So I read an article in the Harvard Business Review today that asked, are the super rich ruining the world’s great cities ?
The article made some statements regarding “levels of creativity” being as high as ever, and I confess I took issue with this. My comment reprinted below. Note how tactful I have become in my old age 🙂
This is an awfully broad topic, and while I don’t disagree with the facts herein, here is a slightly different take:
A big part of this discussion is, how does one define “creativity”? I think it is important to separate the craft elements, of, say, music or drawing, from the purely artistic elements, of actually generating new art forms and revealing new layers of the human experience.
Alas, when examined from that perspective, creativity is suffering. A few items:
The top grossing films this week are Wonder Woman, Captain Underpants, Pirates of the Caribbean, Guardians the Galaxy, Alien Covenant, and Baywatch. Instead of new ideas, you have three movies based on comic books, and three that are sequels, one to a TV show. Wonder Woman was created in 1941.
Two of the three top grossing Broadway shows this week are Hello Dolly and Groundhog Day.
The 20th century saw astonishing creativity in the realm of pop music, including the development of ragtime, jazz, blues, swing, rock n roll, and albums such as Sergeant Pepper. However, since the creation of hip hop in the 1970’s, there has been no significant innovation in pop music “form,” and in fact it can be argued that it is moving backwards into ever more simplistic harmony, and simplistic forms such as chant.
Can you name a significant / legitimate arts “movement” that has occurred in the last 30 years? Or perhaps a new dance “craze”? In the 60’s there was a new one every week.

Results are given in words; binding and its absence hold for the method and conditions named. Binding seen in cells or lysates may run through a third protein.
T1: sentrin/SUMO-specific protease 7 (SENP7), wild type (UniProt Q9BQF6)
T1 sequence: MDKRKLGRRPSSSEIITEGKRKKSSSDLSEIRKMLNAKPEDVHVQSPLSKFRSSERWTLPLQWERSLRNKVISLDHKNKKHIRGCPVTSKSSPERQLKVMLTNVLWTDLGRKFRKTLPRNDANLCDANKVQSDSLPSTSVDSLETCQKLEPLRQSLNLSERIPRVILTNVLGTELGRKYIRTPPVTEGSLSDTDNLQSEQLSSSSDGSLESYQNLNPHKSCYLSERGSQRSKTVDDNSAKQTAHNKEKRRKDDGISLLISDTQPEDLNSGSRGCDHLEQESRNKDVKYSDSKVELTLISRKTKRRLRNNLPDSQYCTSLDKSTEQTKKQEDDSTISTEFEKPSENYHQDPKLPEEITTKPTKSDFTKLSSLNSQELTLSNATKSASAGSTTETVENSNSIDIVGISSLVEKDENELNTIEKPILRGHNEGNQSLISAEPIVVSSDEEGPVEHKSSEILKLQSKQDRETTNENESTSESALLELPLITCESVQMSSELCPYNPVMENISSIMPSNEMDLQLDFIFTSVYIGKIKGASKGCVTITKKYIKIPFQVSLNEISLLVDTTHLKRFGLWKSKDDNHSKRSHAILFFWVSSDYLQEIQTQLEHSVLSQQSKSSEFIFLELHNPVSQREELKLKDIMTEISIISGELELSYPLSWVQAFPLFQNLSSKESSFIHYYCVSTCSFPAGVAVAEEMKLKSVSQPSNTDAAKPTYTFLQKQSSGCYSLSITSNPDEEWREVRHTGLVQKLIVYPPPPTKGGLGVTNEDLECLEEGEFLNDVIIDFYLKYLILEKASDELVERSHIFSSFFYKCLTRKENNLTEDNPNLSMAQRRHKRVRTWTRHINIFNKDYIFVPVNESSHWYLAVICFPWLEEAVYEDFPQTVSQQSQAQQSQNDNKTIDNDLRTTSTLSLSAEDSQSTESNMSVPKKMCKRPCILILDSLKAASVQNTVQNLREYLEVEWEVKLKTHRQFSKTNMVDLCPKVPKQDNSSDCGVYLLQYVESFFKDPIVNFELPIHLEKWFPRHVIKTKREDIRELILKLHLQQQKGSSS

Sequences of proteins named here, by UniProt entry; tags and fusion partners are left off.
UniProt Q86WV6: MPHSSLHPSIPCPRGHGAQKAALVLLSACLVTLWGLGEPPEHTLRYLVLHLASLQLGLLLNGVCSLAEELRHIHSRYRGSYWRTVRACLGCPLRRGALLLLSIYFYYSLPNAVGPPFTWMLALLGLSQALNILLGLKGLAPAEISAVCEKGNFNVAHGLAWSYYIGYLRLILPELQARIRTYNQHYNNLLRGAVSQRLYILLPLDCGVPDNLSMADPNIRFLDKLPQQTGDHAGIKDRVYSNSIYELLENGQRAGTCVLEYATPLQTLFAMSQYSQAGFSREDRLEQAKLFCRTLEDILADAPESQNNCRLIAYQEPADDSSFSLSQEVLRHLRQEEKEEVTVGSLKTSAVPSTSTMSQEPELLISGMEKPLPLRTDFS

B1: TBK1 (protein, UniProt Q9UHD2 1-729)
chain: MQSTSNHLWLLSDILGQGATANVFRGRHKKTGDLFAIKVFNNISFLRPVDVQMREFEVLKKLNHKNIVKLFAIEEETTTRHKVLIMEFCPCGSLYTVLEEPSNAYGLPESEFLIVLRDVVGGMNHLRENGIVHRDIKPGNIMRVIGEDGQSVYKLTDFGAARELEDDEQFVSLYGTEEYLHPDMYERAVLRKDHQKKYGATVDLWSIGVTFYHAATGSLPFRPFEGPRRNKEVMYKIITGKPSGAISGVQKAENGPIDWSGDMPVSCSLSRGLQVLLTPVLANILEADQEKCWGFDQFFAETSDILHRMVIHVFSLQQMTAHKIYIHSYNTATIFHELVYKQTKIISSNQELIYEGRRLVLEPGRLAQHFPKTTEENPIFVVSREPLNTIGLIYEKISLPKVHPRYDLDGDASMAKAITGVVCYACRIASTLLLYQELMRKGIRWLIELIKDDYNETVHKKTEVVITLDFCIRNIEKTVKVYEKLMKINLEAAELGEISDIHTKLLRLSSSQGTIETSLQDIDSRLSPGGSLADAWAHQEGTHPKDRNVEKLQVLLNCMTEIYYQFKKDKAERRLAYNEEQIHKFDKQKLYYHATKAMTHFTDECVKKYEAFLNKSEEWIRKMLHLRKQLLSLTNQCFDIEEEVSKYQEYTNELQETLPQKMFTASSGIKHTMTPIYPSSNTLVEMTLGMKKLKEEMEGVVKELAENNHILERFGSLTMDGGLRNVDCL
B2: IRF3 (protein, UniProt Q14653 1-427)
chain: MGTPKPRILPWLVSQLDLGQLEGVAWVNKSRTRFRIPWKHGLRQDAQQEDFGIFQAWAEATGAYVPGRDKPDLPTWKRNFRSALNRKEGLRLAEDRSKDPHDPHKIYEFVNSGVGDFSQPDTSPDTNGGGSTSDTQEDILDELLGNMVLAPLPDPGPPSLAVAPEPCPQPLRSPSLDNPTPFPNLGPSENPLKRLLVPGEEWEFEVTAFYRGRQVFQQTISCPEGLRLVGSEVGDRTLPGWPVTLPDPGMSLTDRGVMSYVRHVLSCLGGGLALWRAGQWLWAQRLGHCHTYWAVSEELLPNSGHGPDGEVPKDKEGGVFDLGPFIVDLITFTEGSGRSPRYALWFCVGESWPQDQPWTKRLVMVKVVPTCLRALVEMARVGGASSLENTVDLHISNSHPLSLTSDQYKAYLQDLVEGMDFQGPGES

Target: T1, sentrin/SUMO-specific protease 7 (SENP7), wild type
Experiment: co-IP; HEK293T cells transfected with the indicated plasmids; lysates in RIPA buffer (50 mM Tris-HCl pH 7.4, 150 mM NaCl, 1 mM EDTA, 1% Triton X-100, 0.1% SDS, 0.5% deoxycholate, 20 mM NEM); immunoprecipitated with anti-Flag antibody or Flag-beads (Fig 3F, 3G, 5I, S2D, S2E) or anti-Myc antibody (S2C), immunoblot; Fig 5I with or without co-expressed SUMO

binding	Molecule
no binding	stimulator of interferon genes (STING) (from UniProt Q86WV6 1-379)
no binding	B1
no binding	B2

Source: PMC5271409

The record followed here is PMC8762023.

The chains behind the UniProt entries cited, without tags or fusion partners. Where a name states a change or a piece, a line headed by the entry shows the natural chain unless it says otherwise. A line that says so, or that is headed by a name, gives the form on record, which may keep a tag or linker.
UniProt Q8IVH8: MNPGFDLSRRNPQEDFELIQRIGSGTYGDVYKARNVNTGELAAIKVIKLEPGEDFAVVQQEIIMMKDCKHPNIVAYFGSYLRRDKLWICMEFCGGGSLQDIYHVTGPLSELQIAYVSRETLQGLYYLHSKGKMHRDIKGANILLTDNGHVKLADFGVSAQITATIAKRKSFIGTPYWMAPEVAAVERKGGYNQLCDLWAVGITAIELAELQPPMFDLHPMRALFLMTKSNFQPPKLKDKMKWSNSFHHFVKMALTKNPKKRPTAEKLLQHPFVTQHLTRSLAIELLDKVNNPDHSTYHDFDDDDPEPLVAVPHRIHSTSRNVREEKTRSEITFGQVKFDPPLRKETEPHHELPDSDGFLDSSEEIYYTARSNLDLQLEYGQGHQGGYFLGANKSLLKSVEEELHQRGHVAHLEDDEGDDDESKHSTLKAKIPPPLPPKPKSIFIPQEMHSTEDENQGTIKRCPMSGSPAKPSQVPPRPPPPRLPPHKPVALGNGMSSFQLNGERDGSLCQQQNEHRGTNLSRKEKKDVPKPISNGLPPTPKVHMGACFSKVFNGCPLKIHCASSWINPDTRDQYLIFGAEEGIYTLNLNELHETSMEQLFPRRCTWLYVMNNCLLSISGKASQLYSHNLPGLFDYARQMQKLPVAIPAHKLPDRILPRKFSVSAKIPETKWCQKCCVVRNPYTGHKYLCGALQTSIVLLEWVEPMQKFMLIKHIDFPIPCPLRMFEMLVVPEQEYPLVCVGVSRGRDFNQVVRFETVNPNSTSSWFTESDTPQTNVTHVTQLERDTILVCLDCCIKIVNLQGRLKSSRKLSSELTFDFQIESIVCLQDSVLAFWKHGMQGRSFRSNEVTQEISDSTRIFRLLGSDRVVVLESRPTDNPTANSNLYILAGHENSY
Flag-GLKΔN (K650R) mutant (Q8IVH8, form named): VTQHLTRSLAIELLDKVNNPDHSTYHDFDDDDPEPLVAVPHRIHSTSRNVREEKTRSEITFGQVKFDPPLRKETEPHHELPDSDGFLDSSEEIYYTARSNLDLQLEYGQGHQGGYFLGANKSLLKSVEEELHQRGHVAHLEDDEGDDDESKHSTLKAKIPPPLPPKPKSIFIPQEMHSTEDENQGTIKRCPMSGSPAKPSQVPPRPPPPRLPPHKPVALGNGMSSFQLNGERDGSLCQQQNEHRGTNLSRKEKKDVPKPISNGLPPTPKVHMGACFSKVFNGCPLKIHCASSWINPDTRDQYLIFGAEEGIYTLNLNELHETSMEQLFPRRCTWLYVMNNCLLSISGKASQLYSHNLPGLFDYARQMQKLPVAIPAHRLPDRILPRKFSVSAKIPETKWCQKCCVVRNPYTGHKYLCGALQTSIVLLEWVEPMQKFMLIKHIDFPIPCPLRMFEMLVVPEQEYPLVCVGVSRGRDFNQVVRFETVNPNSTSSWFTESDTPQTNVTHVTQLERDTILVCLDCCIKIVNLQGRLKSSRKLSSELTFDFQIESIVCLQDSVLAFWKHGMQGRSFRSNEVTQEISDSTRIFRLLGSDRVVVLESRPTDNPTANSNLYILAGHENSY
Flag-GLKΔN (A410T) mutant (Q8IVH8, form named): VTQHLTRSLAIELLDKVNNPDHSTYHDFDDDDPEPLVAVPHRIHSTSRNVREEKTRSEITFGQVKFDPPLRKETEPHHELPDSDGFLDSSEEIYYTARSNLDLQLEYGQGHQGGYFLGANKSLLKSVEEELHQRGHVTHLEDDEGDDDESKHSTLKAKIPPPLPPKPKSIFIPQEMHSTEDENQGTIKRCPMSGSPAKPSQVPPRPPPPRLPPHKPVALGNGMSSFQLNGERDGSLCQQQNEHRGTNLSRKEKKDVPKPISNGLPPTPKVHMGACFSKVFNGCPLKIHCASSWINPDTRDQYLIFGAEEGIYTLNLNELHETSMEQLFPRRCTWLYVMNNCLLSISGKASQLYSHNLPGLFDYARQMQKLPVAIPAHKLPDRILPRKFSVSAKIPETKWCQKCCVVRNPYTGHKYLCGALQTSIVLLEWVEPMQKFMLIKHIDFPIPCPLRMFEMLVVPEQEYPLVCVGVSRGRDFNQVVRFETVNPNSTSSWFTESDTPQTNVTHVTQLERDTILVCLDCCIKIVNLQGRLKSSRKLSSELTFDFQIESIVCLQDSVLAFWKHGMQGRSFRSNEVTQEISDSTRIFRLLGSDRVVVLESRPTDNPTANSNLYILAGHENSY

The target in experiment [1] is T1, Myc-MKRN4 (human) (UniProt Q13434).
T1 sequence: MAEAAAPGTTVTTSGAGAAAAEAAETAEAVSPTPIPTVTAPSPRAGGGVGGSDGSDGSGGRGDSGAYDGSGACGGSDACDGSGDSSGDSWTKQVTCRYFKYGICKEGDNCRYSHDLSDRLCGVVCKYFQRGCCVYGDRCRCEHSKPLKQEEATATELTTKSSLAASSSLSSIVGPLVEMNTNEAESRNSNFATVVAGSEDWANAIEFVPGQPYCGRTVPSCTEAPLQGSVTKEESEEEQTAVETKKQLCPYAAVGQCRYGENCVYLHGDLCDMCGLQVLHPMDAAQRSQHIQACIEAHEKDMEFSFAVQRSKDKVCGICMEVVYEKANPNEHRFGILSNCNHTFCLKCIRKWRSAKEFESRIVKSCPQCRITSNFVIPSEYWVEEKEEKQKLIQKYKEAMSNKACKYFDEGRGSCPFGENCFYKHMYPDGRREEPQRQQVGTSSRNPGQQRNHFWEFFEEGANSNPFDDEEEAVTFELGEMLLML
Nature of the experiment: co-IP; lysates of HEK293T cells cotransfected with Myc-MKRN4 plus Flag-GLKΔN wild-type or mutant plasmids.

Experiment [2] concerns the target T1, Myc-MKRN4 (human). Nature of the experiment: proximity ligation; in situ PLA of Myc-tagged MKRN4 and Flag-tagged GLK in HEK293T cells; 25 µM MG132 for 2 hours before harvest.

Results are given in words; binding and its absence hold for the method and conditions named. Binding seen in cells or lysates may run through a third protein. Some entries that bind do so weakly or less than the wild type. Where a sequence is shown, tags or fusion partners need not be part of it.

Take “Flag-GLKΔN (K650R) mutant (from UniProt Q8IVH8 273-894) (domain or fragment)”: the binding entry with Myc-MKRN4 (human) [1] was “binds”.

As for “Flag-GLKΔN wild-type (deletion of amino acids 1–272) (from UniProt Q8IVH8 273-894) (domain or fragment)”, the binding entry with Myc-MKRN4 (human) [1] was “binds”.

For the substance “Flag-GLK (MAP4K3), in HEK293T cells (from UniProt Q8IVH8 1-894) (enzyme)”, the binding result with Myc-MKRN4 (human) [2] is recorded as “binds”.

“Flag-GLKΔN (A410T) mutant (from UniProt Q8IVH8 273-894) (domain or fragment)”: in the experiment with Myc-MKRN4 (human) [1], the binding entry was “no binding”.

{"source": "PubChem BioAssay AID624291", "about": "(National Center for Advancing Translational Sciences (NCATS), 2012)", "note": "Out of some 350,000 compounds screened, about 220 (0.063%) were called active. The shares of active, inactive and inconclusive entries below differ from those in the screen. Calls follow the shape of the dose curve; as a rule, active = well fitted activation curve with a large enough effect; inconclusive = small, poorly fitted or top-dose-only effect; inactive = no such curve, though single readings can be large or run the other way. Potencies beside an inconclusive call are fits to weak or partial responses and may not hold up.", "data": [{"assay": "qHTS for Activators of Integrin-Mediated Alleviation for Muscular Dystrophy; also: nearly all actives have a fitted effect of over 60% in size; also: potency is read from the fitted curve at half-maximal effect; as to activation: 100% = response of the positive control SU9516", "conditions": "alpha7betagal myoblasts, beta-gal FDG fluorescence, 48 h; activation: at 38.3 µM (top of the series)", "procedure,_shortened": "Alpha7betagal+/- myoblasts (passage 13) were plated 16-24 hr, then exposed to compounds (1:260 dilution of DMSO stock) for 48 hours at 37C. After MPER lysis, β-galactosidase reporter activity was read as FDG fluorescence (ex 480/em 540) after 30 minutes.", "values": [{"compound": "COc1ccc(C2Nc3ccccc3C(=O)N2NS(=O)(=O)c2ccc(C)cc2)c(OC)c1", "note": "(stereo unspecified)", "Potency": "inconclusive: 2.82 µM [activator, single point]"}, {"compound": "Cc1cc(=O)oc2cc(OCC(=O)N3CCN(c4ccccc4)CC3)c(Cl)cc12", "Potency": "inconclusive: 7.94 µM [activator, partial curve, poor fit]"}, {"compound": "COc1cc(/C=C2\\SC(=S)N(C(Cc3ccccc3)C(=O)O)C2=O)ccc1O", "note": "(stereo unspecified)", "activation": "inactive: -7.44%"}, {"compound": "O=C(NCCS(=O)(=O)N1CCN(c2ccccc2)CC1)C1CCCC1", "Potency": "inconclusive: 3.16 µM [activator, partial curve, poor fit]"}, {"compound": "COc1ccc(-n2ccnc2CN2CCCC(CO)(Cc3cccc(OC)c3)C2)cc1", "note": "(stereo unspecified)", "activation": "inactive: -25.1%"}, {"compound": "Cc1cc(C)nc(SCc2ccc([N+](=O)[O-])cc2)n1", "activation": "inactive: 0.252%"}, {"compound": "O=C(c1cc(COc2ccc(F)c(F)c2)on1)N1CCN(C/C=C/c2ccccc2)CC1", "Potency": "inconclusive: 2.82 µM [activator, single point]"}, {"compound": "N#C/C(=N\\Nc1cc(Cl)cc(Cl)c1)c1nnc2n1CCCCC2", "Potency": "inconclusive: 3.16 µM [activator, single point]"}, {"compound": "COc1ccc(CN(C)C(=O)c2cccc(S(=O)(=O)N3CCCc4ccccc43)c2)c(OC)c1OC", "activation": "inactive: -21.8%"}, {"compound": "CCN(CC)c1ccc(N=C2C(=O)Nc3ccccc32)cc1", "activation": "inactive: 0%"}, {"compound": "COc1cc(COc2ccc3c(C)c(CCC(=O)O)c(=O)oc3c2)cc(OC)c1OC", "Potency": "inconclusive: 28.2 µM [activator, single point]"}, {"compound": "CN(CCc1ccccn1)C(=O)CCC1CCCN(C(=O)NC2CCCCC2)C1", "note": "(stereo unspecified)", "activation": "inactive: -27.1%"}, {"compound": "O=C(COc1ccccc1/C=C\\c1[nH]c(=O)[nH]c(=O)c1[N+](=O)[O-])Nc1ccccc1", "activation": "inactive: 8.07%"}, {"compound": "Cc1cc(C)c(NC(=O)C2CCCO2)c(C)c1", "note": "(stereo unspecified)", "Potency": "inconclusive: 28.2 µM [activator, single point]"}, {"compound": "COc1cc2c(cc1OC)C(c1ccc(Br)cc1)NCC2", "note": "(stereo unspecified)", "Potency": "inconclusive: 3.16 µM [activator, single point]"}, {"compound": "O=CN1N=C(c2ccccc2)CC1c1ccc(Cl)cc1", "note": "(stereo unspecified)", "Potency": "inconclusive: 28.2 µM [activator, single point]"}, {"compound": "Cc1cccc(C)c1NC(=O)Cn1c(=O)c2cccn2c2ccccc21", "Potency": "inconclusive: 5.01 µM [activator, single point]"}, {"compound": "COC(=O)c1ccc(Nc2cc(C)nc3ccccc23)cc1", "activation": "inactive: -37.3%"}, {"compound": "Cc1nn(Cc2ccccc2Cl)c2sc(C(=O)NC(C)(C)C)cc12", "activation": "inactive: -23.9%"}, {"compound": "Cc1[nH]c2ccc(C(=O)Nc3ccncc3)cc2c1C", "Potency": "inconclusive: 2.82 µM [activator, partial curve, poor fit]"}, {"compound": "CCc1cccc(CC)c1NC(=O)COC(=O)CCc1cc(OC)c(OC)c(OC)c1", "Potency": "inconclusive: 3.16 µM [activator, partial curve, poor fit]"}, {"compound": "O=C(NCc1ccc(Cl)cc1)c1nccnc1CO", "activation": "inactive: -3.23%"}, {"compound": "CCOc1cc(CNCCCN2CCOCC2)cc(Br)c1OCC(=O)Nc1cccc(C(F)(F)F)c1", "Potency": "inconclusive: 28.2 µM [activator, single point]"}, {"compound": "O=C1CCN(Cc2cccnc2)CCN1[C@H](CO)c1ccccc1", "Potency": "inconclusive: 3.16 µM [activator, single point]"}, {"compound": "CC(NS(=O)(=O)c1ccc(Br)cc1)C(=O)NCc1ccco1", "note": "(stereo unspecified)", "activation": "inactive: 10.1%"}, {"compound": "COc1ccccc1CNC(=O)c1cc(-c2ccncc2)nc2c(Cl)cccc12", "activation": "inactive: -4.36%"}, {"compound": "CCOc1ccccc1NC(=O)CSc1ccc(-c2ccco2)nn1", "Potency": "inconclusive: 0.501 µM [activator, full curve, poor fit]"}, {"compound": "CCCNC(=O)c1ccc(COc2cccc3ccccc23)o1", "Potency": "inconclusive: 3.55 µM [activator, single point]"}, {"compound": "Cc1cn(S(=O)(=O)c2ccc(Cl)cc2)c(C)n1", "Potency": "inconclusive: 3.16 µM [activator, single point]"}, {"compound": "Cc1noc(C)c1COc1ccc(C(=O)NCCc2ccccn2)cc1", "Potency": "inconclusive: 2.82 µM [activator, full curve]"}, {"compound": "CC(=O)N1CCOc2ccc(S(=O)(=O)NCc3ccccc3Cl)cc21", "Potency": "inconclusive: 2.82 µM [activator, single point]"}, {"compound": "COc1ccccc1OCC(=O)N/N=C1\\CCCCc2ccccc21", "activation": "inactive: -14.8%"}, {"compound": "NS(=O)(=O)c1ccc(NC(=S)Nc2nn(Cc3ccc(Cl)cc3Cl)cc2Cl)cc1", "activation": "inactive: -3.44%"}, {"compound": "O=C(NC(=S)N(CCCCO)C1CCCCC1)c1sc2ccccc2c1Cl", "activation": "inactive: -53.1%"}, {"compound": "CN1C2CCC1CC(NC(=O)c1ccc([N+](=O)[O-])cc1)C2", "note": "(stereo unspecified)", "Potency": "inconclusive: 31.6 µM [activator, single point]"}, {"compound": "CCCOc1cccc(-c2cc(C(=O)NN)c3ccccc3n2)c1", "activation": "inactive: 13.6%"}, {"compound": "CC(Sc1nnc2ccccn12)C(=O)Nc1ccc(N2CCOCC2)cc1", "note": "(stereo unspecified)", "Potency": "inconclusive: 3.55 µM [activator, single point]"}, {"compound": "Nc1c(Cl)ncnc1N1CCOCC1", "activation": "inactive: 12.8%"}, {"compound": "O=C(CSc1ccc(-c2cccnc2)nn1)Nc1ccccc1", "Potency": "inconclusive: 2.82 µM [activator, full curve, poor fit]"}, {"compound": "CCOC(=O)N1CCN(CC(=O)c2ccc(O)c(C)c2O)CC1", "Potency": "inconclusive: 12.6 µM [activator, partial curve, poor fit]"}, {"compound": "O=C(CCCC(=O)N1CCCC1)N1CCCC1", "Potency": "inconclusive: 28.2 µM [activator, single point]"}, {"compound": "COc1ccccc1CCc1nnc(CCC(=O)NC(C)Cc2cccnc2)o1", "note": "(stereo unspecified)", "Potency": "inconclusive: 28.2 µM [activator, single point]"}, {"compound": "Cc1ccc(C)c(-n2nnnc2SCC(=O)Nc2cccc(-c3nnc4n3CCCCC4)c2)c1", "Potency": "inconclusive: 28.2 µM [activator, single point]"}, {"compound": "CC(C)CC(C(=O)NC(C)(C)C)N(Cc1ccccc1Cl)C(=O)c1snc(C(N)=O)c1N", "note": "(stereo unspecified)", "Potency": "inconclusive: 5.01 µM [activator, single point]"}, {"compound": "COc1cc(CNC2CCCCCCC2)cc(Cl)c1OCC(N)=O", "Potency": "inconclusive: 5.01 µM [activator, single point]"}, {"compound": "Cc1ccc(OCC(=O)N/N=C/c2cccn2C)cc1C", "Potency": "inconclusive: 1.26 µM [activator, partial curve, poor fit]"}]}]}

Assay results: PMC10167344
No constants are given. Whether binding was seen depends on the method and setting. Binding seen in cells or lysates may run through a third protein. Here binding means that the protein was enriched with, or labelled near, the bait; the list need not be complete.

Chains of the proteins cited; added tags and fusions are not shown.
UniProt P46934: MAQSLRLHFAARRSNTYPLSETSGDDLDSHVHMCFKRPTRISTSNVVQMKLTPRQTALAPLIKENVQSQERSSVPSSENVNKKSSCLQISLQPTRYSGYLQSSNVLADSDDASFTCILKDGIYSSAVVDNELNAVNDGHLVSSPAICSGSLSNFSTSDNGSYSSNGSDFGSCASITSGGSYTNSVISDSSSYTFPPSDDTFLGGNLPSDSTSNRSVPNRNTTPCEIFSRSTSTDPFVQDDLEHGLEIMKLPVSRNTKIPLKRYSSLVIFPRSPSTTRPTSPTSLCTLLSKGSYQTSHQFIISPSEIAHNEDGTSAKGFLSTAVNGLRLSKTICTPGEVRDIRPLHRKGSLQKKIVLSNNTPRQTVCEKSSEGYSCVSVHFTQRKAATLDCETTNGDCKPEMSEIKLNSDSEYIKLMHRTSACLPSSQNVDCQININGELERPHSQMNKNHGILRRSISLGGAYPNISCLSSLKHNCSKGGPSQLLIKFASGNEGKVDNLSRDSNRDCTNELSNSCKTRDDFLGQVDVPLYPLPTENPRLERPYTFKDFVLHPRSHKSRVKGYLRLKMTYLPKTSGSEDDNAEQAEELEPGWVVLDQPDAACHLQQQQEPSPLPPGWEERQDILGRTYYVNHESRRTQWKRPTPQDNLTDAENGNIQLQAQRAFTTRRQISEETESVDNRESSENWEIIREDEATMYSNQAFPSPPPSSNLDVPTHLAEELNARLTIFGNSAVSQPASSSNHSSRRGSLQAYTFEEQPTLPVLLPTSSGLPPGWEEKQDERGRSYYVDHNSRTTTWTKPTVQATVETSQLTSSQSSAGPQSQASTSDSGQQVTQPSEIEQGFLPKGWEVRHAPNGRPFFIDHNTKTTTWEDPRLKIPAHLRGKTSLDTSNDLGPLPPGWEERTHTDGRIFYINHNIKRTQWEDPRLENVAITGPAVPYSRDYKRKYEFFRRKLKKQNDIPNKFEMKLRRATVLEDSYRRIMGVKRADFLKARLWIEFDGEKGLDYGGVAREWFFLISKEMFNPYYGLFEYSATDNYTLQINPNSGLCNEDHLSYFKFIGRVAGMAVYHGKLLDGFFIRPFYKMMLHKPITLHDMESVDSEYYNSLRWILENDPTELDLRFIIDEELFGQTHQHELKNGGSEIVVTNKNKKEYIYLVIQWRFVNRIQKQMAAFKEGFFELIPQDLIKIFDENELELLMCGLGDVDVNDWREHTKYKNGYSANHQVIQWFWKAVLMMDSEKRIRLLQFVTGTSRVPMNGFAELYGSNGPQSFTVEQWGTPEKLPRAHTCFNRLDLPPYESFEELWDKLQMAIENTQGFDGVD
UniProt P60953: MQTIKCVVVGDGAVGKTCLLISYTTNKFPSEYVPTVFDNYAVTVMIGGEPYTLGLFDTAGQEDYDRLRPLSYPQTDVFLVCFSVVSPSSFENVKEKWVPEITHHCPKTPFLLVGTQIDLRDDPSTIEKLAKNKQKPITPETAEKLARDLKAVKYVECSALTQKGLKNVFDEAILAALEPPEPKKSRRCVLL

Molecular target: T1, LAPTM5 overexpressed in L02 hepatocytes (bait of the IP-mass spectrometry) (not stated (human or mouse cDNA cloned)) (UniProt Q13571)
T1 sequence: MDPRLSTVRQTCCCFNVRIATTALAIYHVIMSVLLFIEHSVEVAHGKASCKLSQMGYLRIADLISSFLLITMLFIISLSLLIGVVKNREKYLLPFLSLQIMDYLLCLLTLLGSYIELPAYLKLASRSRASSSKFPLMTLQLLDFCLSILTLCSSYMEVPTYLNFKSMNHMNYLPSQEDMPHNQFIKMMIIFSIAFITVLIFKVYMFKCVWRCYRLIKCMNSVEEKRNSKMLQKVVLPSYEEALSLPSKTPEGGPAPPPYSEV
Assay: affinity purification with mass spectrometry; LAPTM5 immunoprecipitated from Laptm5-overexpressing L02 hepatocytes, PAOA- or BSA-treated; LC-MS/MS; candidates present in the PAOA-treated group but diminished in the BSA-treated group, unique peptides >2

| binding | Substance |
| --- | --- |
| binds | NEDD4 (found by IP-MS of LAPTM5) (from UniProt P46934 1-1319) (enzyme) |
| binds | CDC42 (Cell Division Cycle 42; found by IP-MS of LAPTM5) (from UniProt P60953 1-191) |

There are many things contributing to what is, in my humble opinion, essentially a kind of broad artistic stagnation. One is, younger people who traditionally supported new kinds of art are either too distracted by social media or they are too financially strapped by education and housing costs to support live artistic events. Another issue of concentrations of wealth is that those with that wealth may choose to support staid symphonic institutions, not disruptive art forms that challenge the status quo. Another is the overly long copyright period, making it profitable to keep re-selling an idea from 1925 rather than creating new. Another is that, historically, large militarily dominant empires tend to be very conservative in terms of artistic growth. (Compare the Roman Empire to Renaissance Italian City States).
There are many contributing factors, both economic and political, but when we talk about “creativity” in terms of the development of forms, perception, and connection that true art must possess, one could make the argument that we are lagging behind on all fronts.
– Justin Locke